Cortical/cerebral visual impairment (CVI) is clinically defined as significant visual dysfunction caused by injury to visual pathways and structures occurring during early perinatal development. Depending on the location and extent of damage, children with CVI often present with a myriad of visual deficits including decreased visual acuity and impaired visual field function. Most striking, however, are impairments in visual processing and attention which have a significant impact on learning, development, and independence. Within the educational arena, current evidence suggests that strategies designed for individuals with ocular visual impairment are not effective in the case of CVI. We propose that this variance may be related to differences in compensatory neuroplasticity related to the type of visual impairment, as well as underlying alterations in brain structural connectivity. We discuss the etiology and nature of visual impairments related to CVI, and how advanced neuroimaging techniques (i.e., diffusion-based imaging) may help uncover differences between ocular and cerebral causes of visual dysfunction. Revealing these differences may help in developing future strategies for the education and rehabilitation of individuals living with visual impairment.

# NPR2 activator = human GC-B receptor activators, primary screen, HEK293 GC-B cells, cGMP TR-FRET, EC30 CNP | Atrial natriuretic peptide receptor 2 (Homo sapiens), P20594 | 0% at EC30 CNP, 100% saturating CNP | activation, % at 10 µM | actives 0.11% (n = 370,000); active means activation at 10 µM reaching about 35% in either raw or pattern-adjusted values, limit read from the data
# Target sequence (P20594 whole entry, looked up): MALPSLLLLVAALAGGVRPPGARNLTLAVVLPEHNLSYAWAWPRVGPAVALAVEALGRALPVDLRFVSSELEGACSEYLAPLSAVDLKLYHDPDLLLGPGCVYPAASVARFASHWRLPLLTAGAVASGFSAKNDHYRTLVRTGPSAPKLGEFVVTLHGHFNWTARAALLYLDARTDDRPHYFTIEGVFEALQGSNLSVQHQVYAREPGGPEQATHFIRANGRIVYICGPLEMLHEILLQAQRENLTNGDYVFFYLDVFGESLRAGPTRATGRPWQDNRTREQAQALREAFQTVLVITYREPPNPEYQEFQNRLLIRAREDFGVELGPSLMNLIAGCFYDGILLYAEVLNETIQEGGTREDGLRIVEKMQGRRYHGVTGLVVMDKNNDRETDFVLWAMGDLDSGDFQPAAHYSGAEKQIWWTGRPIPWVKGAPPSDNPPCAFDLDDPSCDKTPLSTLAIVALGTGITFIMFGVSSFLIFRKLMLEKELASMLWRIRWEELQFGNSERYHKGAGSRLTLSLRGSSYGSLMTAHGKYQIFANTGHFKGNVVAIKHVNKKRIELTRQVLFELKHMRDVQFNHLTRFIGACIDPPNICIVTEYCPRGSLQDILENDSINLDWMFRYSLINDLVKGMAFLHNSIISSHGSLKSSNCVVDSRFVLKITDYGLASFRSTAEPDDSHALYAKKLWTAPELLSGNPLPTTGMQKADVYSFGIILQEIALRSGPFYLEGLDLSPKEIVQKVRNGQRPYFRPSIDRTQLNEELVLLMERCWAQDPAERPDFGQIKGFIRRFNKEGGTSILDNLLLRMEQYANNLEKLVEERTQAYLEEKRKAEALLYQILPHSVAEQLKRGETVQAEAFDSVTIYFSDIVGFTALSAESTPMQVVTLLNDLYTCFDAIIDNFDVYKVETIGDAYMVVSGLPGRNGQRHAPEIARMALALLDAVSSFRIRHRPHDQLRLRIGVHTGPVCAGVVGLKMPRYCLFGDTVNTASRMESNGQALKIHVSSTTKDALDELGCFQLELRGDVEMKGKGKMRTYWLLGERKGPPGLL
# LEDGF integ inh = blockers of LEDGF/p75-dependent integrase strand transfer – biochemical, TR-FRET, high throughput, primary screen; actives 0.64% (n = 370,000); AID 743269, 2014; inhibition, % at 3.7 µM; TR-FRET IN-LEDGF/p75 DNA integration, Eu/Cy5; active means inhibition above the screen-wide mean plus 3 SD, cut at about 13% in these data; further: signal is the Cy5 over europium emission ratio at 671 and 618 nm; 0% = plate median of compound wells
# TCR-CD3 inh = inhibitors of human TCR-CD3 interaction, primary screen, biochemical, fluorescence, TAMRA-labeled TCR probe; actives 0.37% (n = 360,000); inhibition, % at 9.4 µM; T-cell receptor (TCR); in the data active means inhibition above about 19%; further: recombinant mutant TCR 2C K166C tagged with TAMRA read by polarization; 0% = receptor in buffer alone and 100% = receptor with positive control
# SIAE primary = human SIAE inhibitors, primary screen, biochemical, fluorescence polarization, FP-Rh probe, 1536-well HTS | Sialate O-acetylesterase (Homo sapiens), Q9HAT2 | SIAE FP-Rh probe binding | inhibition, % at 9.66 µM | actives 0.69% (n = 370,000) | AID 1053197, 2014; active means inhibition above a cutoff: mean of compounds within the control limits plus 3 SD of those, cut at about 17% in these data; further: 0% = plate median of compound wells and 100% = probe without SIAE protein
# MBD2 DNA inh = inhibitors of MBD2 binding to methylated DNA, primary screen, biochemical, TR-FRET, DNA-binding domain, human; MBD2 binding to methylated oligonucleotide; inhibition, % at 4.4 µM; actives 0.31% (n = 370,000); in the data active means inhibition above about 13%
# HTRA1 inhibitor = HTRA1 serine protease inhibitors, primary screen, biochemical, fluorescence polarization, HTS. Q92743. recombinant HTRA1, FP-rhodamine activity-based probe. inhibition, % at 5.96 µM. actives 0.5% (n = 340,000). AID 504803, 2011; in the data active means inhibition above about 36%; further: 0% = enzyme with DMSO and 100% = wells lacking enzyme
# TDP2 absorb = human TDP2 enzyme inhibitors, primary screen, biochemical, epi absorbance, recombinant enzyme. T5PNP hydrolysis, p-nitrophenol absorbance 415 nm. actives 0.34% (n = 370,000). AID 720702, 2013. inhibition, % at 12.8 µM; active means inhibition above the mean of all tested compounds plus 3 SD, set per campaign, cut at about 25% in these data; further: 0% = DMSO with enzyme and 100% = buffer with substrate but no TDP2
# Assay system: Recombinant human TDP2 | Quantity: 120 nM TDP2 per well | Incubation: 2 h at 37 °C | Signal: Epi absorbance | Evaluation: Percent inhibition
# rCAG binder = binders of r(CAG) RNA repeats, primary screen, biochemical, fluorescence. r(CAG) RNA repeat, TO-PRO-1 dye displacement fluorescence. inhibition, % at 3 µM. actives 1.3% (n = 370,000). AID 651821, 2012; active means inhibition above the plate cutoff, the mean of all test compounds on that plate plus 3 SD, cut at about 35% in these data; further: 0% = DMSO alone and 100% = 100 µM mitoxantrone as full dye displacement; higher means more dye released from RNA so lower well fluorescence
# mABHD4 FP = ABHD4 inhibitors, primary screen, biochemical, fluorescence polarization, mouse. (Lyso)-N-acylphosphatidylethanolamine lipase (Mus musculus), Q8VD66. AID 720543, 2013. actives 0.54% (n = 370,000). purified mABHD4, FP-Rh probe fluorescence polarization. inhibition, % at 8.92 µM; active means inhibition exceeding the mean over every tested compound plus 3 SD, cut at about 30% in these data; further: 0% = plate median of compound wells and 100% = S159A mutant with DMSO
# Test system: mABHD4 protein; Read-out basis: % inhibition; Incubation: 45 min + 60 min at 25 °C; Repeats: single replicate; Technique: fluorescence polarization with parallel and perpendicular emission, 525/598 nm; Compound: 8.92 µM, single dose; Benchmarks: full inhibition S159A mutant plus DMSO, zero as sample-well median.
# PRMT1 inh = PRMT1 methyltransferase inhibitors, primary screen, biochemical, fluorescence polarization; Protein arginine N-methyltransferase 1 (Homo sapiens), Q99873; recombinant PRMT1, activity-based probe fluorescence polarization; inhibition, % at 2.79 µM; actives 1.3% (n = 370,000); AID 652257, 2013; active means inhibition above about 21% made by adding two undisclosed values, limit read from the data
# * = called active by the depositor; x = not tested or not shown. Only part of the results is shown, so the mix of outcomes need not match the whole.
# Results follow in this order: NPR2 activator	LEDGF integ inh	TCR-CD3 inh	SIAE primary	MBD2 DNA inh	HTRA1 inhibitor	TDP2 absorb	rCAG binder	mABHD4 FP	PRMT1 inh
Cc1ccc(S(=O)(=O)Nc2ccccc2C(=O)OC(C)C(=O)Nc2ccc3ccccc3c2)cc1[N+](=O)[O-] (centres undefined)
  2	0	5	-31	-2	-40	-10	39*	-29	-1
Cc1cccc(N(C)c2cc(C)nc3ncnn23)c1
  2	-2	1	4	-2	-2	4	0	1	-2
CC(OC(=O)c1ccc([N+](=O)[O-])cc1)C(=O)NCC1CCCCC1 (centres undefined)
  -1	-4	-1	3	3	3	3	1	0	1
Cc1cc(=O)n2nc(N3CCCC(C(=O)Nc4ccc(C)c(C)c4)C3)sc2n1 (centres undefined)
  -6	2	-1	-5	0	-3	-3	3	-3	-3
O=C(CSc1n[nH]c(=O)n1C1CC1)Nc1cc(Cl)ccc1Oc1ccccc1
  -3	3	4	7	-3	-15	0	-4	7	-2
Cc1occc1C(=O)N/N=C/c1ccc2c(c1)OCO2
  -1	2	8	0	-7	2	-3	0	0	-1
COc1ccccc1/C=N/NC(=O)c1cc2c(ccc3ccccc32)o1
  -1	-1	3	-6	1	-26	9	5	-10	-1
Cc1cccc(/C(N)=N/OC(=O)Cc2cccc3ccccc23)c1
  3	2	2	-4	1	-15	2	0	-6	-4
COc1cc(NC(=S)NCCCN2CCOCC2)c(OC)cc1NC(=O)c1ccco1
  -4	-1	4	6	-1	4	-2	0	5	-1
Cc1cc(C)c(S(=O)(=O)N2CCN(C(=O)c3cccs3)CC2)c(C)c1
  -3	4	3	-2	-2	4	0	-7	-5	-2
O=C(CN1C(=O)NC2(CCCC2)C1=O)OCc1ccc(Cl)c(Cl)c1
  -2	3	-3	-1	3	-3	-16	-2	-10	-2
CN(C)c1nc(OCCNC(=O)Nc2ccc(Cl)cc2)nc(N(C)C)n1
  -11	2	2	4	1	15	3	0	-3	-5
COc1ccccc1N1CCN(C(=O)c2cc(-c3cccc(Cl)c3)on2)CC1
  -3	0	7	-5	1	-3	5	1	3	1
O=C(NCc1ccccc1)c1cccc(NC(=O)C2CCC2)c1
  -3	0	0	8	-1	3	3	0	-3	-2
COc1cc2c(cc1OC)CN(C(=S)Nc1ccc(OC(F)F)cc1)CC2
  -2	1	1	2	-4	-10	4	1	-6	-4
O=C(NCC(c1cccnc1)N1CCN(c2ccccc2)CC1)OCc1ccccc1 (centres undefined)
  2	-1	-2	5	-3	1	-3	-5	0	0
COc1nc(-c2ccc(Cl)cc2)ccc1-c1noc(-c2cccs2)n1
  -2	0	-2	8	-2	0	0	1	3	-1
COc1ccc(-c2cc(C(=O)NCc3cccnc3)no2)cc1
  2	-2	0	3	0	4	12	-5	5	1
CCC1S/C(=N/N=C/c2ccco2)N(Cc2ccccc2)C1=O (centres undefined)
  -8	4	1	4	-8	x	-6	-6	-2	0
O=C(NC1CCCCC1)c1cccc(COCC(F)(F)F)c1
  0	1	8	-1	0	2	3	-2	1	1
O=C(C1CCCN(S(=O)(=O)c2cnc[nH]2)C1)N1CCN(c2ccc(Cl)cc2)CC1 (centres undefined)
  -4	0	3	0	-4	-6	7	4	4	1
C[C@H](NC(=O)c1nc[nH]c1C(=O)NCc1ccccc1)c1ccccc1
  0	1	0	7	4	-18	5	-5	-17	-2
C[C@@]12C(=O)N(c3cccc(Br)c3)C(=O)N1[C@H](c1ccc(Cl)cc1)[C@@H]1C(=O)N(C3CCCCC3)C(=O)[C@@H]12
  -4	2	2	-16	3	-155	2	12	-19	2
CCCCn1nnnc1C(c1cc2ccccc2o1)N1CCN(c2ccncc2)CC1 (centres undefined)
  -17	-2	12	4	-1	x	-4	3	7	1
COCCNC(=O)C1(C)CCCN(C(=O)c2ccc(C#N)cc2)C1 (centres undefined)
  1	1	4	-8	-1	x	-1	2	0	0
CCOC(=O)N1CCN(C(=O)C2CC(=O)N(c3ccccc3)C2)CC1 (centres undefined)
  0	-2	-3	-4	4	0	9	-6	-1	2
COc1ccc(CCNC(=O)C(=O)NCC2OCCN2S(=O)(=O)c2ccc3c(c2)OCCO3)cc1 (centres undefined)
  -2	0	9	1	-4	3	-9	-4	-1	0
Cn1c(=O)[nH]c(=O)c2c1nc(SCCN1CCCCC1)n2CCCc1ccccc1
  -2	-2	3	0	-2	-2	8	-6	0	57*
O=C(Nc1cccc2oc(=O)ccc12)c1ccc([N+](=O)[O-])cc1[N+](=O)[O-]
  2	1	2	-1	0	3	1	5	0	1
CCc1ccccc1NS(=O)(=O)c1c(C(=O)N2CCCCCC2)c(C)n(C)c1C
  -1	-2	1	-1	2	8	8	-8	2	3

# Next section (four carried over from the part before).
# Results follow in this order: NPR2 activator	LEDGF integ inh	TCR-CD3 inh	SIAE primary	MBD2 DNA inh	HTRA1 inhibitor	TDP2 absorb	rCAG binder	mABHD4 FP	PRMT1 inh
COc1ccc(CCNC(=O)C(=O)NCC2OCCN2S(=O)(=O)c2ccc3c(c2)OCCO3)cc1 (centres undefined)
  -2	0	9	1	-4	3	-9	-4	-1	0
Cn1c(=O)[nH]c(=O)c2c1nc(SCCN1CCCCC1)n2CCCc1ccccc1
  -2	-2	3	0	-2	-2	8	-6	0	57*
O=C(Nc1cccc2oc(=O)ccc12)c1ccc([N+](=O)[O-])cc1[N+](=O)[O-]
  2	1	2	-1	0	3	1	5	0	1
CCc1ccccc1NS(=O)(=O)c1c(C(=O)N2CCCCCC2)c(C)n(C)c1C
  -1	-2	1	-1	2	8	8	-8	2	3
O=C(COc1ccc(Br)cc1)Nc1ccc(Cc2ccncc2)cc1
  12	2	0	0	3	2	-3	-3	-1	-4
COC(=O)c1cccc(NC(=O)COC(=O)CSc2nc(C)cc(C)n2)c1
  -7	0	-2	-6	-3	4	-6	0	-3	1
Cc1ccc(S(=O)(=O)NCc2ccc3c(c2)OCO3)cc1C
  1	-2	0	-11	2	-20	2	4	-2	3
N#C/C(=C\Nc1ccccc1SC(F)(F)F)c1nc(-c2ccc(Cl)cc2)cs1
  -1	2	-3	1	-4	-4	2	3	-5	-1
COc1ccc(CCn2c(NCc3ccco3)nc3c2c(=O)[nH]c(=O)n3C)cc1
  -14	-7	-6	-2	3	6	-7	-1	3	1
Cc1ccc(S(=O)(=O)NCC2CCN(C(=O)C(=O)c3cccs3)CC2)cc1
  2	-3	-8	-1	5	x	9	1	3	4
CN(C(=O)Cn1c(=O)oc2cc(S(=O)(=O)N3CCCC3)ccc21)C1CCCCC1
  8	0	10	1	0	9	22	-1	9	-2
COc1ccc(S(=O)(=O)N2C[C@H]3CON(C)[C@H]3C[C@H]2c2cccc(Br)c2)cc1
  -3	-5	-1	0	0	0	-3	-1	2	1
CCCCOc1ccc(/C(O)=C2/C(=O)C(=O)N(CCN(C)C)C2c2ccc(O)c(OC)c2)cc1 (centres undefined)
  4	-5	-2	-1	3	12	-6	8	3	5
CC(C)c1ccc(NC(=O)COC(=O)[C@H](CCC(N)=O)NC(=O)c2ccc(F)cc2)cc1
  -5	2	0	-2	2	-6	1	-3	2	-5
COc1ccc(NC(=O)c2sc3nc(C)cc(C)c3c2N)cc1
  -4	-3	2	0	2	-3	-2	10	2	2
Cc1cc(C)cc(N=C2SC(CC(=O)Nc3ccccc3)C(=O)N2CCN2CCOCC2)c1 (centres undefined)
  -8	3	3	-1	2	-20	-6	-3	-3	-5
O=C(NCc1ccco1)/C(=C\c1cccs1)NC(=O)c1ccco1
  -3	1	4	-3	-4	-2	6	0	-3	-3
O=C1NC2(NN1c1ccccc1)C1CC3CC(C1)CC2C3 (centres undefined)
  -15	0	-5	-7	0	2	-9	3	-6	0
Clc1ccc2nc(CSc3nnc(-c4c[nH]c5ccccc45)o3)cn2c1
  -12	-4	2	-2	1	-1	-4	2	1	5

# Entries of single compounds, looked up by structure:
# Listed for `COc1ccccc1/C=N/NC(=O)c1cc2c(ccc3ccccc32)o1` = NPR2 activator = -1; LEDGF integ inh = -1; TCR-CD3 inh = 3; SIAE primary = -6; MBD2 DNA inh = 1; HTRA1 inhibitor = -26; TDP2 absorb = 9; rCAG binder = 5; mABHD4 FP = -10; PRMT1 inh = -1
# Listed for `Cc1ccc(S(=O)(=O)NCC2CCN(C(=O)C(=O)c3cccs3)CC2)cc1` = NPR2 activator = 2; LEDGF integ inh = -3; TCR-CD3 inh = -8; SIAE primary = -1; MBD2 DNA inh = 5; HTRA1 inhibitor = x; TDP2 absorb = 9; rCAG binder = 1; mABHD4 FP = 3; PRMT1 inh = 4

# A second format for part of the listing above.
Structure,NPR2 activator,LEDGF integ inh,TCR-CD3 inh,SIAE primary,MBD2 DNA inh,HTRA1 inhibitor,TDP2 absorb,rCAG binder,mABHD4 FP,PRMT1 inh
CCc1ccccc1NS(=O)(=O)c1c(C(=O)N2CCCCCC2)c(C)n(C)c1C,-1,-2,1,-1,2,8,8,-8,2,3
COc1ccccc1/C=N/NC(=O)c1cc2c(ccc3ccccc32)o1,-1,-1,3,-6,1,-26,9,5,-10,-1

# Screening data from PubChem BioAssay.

Keywords: cerebral; connectivity; cortical; ocular blindness; visual impairment.